This volume provides new insights into various issues on prosody in contact situations, contact referring here to the L2 acquisition process as well as to situations where two language systems may co-exist. A wide array of phenomena are dealt with (prosodic description of linguistic systems in contact situations, analysis of prosodic changes, language development processes, etc.), and the results obtained may give an indication of what is more or less stable in phonological and prosodic systems. In addition, the selected papers clearly show how languages may have influenced or may have been influenced by other language varieties (in multilingual situations where different languages are in constant contact with one another, but also in the process of L2 acquisition). Unlike previous volumes on related topics, which focus in general either on L2 acquisition or on the description and analyses of different varieties of a given language, this volume considers both topics in parallel, allowing comparison and discussion of the results, which may shed new light on more far-reaching theoretical questions such as the role of markedness in prosody and the causes of prosodic changes.
Table of Contents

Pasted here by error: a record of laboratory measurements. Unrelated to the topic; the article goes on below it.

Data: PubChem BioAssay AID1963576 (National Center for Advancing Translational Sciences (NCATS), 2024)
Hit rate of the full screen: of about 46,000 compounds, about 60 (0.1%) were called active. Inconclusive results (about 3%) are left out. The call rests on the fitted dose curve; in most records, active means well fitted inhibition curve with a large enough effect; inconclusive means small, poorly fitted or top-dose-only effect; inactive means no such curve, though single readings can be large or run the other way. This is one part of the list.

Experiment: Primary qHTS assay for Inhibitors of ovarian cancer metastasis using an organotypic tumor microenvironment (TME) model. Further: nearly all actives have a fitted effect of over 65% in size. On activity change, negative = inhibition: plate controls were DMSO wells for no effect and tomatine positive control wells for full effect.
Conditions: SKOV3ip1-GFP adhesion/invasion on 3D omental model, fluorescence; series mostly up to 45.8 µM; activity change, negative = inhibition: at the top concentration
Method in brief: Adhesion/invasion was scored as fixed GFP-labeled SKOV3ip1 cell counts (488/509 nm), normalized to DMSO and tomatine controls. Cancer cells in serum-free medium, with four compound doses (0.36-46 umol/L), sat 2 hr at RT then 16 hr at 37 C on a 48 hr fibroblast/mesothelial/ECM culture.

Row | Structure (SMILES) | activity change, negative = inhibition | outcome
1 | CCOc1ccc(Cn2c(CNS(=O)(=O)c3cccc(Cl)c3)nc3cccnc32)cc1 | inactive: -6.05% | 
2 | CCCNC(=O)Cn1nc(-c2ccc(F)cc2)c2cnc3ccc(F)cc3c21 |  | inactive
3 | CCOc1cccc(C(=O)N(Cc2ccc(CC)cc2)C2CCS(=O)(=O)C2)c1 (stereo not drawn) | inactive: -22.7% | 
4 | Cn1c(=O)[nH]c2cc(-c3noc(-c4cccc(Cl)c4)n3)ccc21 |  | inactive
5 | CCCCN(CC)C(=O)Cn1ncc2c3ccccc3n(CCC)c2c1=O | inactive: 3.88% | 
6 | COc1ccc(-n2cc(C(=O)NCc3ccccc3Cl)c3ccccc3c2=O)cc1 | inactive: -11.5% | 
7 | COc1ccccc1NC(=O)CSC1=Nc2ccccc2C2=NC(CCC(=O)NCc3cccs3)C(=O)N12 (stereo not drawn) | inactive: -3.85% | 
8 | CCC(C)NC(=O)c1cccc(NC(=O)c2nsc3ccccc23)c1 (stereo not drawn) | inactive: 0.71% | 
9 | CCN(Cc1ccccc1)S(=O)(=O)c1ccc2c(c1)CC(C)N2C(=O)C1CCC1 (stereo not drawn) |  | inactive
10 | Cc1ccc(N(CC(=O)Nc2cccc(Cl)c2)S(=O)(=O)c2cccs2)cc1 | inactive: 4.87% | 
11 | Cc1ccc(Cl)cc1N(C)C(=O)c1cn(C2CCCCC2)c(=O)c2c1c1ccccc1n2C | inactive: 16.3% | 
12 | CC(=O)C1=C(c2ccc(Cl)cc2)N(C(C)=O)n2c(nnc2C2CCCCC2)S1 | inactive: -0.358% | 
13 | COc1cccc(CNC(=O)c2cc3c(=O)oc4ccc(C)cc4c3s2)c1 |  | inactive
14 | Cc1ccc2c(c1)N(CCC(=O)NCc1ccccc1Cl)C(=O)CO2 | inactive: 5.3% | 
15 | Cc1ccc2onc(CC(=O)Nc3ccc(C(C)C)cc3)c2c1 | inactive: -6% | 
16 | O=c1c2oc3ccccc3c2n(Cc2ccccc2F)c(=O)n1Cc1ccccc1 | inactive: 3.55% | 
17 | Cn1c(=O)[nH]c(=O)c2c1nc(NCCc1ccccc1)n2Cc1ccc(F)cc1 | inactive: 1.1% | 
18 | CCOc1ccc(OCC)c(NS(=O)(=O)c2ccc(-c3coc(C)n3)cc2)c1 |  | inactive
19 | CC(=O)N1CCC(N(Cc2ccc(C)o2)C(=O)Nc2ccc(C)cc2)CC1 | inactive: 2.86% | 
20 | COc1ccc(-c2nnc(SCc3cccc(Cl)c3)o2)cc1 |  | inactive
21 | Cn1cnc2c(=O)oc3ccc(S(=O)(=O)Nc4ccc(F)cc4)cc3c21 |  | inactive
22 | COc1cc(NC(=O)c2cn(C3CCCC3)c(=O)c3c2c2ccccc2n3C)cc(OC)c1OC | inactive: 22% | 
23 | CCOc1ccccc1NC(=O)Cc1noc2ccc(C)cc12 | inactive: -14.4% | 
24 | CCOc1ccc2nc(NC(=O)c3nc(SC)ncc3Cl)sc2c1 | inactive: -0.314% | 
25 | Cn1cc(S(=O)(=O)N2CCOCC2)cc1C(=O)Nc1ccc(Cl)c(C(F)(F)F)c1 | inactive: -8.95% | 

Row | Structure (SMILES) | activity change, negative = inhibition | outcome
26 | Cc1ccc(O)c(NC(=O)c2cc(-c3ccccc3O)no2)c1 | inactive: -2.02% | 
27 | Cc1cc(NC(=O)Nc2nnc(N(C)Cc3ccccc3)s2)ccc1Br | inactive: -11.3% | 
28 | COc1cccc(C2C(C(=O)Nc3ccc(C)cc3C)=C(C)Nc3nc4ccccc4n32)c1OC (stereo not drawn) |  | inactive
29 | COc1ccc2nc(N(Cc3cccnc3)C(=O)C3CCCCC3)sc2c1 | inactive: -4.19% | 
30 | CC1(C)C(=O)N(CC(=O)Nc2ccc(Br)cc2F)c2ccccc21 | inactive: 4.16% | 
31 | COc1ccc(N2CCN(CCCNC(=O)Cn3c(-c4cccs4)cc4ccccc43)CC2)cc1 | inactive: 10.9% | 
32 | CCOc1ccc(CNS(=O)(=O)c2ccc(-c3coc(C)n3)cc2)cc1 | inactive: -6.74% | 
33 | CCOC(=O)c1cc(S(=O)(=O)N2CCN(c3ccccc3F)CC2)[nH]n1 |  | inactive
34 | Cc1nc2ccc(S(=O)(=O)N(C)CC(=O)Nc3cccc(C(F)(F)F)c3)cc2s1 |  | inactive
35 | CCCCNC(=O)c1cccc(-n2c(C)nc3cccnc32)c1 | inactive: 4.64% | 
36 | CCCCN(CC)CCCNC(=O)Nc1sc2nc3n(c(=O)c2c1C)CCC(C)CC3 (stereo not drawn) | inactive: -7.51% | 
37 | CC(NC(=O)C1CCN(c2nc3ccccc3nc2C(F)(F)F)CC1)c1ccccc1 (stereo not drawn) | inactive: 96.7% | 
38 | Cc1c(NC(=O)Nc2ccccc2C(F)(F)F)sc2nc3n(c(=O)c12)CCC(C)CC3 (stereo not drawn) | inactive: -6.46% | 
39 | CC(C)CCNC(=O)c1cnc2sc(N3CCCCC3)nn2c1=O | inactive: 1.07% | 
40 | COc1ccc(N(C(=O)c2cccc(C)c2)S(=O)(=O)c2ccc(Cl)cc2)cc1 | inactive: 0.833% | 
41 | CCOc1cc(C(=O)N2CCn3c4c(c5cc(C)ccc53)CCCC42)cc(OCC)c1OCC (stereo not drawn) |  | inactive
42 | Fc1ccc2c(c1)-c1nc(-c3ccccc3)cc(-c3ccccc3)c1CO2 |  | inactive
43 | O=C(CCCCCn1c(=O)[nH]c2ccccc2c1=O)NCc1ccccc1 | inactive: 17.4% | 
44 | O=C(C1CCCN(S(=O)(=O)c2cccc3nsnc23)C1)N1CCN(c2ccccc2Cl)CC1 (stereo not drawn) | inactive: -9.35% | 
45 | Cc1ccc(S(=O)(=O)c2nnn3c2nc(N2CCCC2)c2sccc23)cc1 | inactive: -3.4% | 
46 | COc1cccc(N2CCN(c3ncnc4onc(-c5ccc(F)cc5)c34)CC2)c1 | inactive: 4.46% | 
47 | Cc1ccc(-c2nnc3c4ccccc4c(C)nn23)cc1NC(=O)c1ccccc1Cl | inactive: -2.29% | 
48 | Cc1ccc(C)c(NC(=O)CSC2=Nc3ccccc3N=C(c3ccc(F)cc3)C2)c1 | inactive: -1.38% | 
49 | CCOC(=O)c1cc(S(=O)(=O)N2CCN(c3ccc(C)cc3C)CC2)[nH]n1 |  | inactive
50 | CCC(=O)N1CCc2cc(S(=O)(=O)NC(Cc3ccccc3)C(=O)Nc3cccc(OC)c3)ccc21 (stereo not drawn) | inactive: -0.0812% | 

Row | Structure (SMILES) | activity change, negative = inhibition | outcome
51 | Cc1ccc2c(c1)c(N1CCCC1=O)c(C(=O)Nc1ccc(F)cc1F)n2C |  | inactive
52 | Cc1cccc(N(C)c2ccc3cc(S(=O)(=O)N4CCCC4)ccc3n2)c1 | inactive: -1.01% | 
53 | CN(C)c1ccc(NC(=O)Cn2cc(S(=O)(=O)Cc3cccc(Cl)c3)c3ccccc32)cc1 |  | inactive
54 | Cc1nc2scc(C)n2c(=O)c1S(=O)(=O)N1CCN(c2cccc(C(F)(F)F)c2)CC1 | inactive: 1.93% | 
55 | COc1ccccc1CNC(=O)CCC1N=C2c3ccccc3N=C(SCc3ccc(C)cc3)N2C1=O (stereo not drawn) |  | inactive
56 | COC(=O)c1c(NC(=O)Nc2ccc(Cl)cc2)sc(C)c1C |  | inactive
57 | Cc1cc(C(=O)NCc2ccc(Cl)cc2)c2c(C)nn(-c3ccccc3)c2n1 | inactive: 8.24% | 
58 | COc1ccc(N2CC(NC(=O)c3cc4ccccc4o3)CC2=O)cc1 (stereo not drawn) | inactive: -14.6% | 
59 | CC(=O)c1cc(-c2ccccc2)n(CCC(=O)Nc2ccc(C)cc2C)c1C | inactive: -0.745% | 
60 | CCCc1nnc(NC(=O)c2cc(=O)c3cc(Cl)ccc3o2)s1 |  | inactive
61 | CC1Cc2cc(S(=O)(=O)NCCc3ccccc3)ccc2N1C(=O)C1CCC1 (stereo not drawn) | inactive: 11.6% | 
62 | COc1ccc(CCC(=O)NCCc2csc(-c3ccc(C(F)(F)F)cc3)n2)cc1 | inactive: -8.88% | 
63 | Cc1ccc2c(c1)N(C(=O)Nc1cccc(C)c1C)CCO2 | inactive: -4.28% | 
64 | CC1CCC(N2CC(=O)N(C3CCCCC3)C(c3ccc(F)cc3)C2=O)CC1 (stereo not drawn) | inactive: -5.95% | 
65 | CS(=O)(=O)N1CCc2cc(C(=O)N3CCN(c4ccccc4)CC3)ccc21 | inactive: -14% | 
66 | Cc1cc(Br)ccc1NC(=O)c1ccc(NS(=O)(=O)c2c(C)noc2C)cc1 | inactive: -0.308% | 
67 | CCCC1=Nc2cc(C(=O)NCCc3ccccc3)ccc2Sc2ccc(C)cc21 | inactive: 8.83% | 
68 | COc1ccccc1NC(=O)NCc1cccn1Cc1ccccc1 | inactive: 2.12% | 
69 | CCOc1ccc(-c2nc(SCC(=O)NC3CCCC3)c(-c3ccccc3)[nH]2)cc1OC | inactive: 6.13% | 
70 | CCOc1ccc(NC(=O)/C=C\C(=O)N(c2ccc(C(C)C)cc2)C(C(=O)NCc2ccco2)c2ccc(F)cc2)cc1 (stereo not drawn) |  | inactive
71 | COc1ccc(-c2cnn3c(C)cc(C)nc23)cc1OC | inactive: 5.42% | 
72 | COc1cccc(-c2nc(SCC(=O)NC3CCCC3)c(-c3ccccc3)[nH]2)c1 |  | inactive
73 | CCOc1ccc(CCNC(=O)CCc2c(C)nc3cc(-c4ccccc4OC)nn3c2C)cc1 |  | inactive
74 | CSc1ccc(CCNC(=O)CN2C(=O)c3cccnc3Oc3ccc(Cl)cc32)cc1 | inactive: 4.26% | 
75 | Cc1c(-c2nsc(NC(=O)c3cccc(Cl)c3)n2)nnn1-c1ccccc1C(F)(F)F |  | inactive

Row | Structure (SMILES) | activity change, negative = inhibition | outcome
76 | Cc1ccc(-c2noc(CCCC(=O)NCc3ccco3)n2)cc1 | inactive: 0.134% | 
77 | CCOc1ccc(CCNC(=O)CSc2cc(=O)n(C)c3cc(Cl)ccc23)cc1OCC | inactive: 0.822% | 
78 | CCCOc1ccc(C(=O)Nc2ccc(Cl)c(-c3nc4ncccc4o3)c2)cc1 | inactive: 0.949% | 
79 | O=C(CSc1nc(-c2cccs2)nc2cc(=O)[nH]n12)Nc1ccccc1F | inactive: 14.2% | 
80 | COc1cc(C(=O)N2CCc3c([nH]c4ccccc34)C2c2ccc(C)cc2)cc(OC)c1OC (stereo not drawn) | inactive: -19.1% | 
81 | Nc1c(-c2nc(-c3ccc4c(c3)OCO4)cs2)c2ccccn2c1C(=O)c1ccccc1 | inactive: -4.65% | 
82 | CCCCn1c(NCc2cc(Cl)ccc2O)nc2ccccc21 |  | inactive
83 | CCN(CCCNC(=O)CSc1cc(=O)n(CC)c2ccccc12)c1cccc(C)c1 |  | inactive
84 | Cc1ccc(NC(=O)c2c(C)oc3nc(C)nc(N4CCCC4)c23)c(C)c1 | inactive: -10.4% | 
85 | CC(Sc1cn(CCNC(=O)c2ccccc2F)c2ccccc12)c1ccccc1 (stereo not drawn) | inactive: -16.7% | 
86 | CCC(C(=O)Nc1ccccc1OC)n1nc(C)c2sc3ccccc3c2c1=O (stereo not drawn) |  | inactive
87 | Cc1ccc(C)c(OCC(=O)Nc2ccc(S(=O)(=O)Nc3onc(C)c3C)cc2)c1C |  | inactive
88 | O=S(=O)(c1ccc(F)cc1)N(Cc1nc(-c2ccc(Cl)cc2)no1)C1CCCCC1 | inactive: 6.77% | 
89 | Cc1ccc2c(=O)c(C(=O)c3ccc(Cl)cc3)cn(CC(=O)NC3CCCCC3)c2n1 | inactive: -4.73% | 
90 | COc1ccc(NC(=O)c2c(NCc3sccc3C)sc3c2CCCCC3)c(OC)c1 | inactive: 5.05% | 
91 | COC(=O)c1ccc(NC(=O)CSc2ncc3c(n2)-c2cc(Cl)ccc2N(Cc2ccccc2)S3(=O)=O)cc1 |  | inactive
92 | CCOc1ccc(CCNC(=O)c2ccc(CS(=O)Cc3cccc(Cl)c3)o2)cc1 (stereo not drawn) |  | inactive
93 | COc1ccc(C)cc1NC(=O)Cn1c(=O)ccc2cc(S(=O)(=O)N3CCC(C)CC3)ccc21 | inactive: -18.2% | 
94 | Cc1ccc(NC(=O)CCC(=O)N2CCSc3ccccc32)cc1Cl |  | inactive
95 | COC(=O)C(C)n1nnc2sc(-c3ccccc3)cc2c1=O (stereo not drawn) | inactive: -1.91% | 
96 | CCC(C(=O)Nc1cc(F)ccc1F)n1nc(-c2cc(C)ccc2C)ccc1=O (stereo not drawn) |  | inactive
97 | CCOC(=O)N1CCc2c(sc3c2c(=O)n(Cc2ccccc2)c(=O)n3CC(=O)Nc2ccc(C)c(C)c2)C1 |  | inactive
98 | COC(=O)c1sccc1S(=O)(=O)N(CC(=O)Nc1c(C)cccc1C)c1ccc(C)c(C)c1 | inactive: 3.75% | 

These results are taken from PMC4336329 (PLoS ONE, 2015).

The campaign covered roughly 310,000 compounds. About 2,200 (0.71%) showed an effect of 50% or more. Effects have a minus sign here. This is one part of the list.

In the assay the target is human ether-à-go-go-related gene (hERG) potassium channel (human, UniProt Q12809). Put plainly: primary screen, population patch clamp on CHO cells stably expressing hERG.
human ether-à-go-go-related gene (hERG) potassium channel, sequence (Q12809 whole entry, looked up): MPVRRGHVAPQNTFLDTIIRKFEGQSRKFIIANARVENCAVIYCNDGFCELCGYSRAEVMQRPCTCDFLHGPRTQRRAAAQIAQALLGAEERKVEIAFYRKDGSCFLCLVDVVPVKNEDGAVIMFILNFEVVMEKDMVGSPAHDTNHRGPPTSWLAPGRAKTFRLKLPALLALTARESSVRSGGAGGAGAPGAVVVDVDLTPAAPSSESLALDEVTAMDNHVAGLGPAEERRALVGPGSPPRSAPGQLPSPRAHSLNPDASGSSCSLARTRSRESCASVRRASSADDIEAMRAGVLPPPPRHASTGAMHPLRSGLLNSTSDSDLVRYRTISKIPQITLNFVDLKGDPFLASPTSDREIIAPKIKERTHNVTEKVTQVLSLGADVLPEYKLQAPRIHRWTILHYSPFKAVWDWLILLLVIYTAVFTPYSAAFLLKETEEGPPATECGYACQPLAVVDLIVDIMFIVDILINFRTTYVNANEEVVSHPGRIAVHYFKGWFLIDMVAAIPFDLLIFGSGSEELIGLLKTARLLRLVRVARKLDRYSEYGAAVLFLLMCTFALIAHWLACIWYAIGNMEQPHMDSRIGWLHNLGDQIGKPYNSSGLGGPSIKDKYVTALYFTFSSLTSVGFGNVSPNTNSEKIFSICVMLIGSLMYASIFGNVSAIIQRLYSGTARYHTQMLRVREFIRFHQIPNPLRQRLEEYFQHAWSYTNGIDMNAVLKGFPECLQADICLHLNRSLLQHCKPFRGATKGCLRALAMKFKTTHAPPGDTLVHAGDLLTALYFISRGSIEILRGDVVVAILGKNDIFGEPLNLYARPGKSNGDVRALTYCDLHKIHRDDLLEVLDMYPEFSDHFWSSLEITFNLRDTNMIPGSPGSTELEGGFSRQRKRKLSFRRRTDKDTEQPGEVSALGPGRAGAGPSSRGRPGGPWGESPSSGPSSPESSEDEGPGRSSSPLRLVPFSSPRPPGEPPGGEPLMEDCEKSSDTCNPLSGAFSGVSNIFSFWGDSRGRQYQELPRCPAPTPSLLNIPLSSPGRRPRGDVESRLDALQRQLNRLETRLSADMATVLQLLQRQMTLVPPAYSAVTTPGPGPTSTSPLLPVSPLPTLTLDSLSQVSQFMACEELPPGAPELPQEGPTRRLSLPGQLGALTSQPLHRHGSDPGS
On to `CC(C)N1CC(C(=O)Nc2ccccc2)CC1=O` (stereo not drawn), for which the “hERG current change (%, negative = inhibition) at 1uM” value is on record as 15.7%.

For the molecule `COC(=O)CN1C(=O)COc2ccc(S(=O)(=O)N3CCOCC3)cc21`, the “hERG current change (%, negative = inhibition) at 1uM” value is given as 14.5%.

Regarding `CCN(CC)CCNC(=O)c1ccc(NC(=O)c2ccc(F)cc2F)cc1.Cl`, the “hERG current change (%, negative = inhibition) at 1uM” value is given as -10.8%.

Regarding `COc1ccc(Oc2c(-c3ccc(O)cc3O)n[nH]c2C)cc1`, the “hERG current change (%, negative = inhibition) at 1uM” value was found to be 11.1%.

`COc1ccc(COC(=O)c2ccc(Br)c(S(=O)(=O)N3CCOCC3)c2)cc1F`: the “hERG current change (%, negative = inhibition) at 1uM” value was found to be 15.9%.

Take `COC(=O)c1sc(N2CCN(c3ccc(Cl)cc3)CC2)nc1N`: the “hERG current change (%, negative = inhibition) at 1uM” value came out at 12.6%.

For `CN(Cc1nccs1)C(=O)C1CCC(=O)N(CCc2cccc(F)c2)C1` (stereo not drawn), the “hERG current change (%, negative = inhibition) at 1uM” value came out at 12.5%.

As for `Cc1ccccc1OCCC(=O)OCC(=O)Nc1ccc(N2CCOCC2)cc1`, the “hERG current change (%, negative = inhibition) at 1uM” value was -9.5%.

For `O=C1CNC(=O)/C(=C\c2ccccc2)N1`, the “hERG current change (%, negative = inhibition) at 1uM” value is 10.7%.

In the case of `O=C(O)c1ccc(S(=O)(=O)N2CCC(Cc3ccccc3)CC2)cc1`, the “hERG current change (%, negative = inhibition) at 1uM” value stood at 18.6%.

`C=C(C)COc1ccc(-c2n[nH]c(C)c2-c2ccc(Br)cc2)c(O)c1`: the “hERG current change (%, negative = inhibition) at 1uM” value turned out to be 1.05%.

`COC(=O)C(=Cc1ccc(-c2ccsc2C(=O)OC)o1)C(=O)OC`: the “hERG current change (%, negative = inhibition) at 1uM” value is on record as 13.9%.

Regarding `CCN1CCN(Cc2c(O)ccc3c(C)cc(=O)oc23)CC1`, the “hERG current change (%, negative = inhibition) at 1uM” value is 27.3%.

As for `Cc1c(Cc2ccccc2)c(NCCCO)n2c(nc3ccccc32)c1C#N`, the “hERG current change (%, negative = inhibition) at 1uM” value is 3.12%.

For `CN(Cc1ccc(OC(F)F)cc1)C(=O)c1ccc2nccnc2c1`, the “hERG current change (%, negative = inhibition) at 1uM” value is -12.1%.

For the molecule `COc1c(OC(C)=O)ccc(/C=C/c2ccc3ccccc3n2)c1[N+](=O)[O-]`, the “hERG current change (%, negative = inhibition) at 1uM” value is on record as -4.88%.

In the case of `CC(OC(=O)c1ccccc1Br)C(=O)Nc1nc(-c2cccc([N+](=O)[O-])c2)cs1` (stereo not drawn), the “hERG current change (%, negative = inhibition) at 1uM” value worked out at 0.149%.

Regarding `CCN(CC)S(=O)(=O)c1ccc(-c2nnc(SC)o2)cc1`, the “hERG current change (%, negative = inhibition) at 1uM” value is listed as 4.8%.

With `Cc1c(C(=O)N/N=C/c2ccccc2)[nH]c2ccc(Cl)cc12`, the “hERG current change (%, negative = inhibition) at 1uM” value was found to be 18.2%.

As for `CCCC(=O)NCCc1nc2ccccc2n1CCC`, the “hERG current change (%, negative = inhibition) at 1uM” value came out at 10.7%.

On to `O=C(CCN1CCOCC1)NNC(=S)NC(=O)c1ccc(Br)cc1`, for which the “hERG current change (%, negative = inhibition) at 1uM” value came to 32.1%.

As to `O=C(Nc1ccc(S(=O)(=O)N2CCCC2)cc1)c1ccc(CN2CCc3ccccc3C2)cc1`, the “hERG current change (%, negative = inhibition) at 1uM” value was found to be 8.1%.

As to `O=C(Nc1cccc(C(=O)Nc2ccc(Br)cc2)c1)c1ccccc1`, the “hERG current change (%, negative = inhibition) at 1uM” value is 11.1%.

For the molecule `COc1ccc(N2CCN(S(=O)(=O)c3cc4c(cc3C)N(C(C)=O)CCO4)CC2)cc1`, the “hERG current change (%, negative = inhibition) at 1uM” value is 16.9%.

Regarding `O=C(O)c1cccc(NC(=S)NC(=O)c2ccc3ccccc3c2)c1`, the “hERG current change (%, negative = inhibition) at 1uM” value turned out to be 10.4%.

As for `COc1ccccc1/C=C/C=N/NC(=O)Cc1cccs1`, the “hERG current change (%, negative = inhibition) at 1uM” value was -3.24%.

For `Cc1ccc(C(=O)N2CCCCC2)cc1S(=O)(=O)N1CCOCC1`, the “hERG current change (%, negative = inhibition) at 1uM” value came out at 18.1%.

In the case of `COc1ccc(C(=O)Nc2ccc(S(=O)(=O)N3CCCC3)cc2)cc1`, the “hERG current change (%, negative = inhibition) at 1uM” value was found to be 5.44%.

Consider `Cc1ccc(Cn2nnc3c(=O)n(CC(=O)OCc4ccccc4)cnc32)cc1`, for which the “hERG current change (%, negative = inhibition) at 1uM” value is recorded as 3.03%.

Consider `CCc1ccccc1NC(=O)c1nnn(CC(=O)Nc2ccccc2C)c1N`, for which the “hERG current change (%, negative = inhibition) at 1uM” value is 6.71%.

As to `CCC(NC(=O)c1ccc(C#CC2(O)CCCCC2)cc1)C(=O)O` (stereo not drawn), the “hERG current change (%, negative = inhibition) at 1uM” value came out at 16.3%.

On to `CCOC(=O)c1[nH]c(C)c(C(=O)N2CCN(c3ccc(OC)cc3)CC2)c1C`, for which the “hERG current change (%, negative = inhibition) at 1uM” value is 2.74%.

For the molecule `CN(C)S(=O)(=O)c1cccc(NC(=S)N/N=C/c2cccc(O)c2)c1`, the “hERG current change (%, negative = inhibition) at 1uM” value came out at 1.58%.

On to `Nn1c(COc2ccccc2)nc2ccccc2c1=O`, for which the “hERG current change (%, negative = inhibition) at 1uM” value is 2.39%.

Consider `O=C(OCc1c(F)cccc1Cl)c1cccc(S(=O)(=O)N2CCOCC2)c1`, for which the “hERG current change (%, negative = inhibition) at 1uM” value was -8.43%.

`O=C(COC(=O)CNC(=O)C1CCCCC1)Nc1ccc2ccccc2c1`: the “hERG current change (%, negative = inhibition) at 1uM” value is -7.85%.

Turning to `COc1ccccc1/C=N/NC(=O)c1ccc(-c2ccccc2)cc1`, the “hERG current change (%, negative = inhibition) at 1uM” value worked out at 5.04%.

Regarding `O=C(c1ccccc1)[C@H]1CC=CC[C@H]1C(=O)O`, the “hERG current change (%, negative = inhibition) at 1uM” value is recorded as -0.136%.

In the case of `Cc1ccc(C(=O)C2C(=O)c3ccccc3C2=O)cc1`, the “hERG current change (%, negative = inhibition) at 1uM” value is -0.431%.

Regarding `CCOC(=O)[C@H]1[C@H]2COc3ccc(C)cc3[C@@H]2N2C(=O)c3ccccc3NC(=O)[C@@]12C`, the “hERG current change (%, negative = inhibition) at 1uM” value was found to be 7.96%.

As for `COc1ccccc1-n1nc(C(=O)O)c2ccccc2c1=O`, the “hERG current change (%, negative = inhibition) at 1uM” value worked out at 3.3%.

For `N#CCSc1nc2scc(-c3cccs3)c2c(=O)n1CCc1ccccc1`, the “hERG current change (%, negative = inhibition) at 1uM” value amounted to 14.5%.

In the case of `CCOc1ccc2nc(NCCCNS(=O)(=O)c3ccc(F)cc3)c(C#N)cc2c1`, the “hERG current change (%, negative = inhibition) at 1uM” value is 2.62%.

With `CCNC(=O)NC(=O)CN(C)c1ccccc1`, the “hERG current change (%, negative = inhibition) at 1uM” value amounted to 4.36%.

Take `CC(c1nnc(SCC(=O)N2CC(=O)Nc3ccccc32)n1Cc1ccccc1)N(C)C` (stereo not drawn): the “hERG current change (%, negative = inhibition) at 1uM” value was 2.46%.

Introduction.- Language varieties and Contact situations.- Markedness considerations in L2 prosodic focus and givenness marking.- Traces of the lexical tone system of Sango in Central African French.- The question intonation of Malay speakers of English.- Prosody in language contact: Occitan and French.- Falling yes/no questions in Corsican French and Corsican: evidence for a prosodic transfer.- You're not from around here, are you?.- Rhythmic properties of a contact variety: Comparing read and semi-spontaneous speech in Argentinean Porteño Spanish.- Attrition, L2 acquisition, bilingual development and languages in contact.- Beyond segments: towards a L2 intonation learning theory.- Tonal Change Induced by Language Attrition and Phonetic Similarity in Hai-lu Hakka.- An Investigation of Prosodic Features in the German Speech of Chinese Speakers.- The Acquisition of Question Intonation by Mexican Spanish Learners of French.- Language interaction in the development of speech rhythm in simultaneous bilinguals.